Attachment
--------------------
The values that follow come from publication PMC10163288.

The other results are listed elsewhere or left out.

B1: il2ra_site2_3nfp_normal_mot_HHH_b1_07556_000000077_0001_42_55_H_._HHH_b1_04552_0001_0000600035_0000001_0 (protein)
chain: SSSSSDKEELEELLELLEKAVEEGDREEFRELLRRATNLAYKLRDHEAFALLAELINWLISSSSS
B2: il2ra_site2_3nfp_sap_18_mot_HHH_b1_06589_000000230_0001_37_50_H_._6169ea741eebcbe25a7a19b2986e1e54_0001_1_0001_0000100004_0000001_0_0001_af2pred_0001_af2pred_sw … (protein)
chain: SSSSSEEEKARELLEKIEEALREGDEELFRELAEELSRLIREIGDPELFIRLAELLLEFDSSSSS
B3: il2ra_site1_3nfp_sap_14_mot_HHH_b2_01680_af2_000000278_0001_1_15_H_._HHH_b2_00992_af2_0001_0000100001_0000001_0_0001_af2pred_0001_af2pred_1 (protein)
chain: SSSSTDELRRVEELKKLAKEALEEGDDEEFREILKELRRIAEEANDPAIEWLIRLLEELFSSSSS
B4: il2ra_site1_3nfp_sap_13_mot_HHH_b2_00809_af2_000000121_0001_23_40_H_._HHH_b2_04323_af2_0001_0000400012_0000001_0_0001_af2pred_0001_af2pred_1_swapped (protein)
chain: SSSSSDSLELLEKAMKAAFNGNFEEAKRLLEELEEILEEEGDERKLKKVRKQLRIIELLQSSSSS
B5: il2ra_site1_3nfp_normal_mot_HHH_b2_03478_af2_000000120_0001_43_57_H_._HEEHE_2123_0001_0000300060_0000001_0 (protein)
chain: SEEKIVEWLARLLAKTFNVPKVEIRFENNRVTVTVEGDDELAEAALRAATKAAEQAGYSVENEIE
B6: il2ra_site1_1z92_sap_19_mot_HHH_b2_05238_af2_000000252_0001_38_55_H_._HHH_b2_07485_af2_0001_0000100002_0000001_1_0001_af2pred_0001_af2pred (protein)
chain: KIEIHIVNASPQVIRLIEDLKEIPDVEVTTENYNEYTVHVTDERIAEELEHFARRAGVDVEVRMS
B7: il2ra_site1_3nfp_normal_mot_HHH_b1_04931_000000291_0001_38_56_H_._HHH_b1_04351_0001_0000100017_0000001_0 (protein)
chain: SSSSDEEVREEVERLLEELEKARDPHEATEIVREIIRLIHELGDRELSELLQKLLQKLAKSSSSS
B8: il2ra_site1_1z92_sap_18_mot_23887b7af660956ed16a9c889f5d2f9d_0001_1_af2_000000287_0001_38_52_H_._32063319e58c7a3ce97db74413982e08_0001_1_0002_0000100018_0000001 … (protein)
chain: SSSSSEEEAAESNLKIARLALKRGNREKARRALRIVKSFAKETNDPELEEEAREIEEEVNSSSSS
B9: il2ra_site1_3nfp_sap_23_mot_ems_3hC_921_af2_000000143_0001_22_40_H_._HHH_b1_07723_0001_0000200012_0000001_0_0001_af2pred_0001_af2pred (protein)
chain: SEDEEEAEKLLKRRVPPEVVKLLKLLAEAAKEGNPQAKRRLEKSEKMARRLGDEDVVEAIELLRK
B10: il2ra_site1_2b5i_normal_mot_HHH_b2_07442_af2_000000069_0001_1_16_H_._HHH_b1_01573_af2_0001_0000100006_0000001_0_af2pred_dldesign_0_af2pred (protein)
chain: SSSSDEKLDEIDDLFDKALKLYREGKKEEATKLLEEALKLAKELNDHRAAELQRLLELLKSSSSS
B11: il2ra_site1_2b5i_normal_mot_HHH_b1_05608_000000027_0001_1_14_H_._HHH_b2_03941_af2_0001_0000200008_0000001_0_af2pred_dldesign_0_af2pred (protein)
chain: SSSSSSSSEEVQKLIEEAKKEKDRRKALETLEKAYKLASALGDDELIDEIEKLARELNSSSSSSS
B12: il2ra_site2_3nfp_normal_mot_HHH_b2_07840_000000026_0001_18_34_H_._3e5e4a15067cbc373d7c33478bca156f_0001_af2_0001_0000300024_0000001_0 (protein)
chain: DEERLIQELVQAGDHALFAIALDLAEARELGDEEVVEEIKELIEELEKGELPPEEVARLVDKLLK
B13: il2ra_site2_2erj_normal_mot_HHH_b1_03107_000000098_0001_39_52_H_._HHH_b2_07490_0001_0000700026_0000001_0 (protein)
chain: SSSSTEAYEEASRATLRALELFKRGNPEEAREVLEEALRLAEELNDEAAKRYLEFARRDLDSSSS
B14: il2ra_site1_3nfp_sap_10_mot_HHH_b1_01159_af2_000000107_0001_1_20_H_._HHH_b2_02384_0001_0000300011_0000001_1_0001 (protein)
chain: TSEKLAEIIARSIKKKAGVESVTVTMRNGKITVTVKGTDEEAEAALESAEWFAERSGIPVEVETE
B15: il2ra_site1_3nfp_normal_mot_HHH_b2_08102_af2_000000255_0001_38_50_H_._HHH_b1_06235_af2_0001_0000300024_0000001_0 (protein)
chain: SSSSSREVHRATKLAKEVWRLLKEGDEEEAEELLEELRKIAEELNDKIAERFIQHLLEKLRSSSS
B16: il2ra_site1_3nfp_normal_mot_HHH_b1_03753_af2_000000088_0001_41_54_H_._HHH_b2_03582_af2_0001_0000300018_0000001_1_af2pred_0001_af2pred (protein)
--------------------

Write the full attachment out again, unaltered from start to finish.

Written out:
The values that follow come from publication PMC10163288.

The other results are listed elsewhere or left out.

B1: il2ra_site2_3nfp_normal_mot_HHH_b1_07556_000000077_0001_42_55_H_._HHH_b1_04552_0001_0000600035_0000001_0 (protein)
chain: SSSSSDKEELEELLELLEKAVEEGDREEFRELLRRATNLAYKLRDHEAFALLAELINWLISSSSS
B2: il2ra_site2_3nfp_sap_18_mot_HHH_b1_06589_000000230_0001_37_50_H_._6169ea741eebcbe25a7a19b2986e1e54_0001_1_0001_0000100004_0000001_0_0001_af2pred_0001_af2pred_sw … (protein)
chain: SSSSSEEEKARELLEKIEEALREGDEELFRELAEELSRLIREIGDPELFIRLAELLLEFDSSSSS
B3: il2ra_site1_3nfp_sap_14_mot_HHH_b2_01680_af2_000000278_0001_1_15_H_._HHH_b2_00992_af2_0001_0000100001_0000001_0_0001_af2pred_0001_af2pred_1 (protein)
chain: SSSSTDELRRVEELKKLAKEALEEGDDEEFREILKELRRIAEEANDPAIEWLIRLLEELFSSSSS
B4: il2ra_site1_3nfp_sap_13_mot_HHH_b2_00809_af2_000000121_0001_23_40_H_._HHH_b2_04323_af2_0001_0000400012_0000001_0_0001_af2pred_0001_af2pred_1_swapped (protein)
chain: SSSSSDSLELLEKAMKAAFNGNFEEAKRLLEELEEILEEEGDERKLKKVRKQLRIIELLQSSSSS
B5: il2ra_site1_3nfp_normal_mot_HHH_b2_03478_af2_000000120_0001_43_57_H_._HEEHE_2123_0001_0000300060_0000001_0 (protein)
chain: SEEKIVEWLARLLAKTFNVPKVEIRFENNRVTVTVEGDDELAEAALRAATKAAEQAGYSVENEIE
B6: il2ra_site1_1z92_sap_19_mot_HHH_b2_05238_af2_000000252_0001_38_55_H_._HHH_b2_07485_af2_0001_0000100002_0000001_1_0001_af2pred_0001_af2pred (protein)
chain: KIEIHIVNASPQVIRLIEDLKEIPDVEVTTENYNEYTVHVTDERIAEELEHFARRAGVDVEVRMS
B7: il2ra_site1_3nfp_normal_mot_HHH_b1_04931_000000291_0001_38_56_H_._HHH_b1_04351_0001_0000100017_0000001_0 (protein)
chain: SSSSDEEVREEVERLLEELEKARDPHEATEIVREIIRLIHELGDRELSELLQKLLQKLAKSSSSS
B8: il2ra_site1_1z92_sap_18_mot_23887b7af660956ed16a9c889f5d2f9d_0001_1_af2_000000287_0001_38_52_H_._32063319e58c7a3ce97db74413982e08_0001_1_0002_0000100018_0000001 … (protein)
chain: SSSSSEEEAAESNLKIARLALKRGNREKARRALRIVKSFAKETNDPELEEEAREIEEEVNSSSSS
B9: il2ra_site1_3nfp_sap_23_mot_ems_3hC_921_af2_000000143_0001_22_40_H_._HHH_b1_07723_0001_0000200012_0000001_0_0001_af2pred_0001_af2pred (protein)
chain: SEDEEEAEKLLKRRVPPEVVKLLKLLAEAAKEGNPQAKRRLEKSEKMARRLGDEDVVEAIELLRK
B10: il2ra_site1_2b5i_normal_mot_HHH_b2_07442_af2_000000069_0001_1_16_H_._HHH_b1_01573_af2_0001_0000100006_0000001_0_af2pred_dldesign_0_af2pred (protein)
chain: SSSSDEKLDEIDDLFDKALKLYREGKKEEATKLLEEALKLAKELNDHRAAELQRLLELLKSSSSS
B11: il2ra_site1_2b5i_normal_mot_HHH_b1_05608_000000027_0001_1_14_H_._HHH_b2_03941_af2_0001_0000200008_0000001_0_af2pred_dldesign_0_af2pred (protein)
chain: SSSSSSSSEEVQKLIEEAKKEKDRRKALETLEKAYKLASALGDDELIDEIEKLARELNSSSSSSS
B12: il2ra_site2_3nfp_normal_mot_HHH_b2_07840_000000026_0001_18_34_H_._3e5e4a15067cbc373d7c33478bca156f_0001_af2_0001_0000300024_0000001_0 (protein)
chain: DEERLIQELVQAGDHALFAIALDLAEARELGDEEVVEEIKELIEELEKGELPPEEVARLVDKLLK
B13: il2ra_site2_2erj_normal_mot_HHH_b1_03107_000000098_0001_39_52_H_._HHH_b2_07490_0001_0000700026_0000001_0 (protein)
chain: SSSSTEAYEEASRATLRALELFKRGNPEEAREVLEEALRLAEELNDEAAKRYLEFARRDLDSSSS
B14: il2ra_site1_3nfp_sap_10_mot_HHH_b1_01159_af2_000000107_0001_1_20_H_._HHH_b2_02384_0001_0000300011_0000001_1_0001 (protein)
chain: TSEKLAEIIARSIKKKAGVESVTVTMRNGKITVTVKGTDEEAEAALESAEWFAERSGIPVEVETE
B15: il2ra_site1_3nfp_normal_mot_HHH_b2_08102_af2_000000255_0001_38_50_H_._HHH_b1_06235_af2_0001_0000300024_0000001_0 (protein)
chain: SSSSSREVHRATKLAKEVWRLLKEGDEEEAEELLEELRKIAEELNDKIAERFIQHLLEKLRSSSS
B16: il2ra_site1_3nfp_normal_mot_HHH_b1_03753_af2_000000088_0001_41_54_H_._HHH_b2_03582_af2_0001_0000300018_0000001_1_af2pred_0001_af2pred (protein)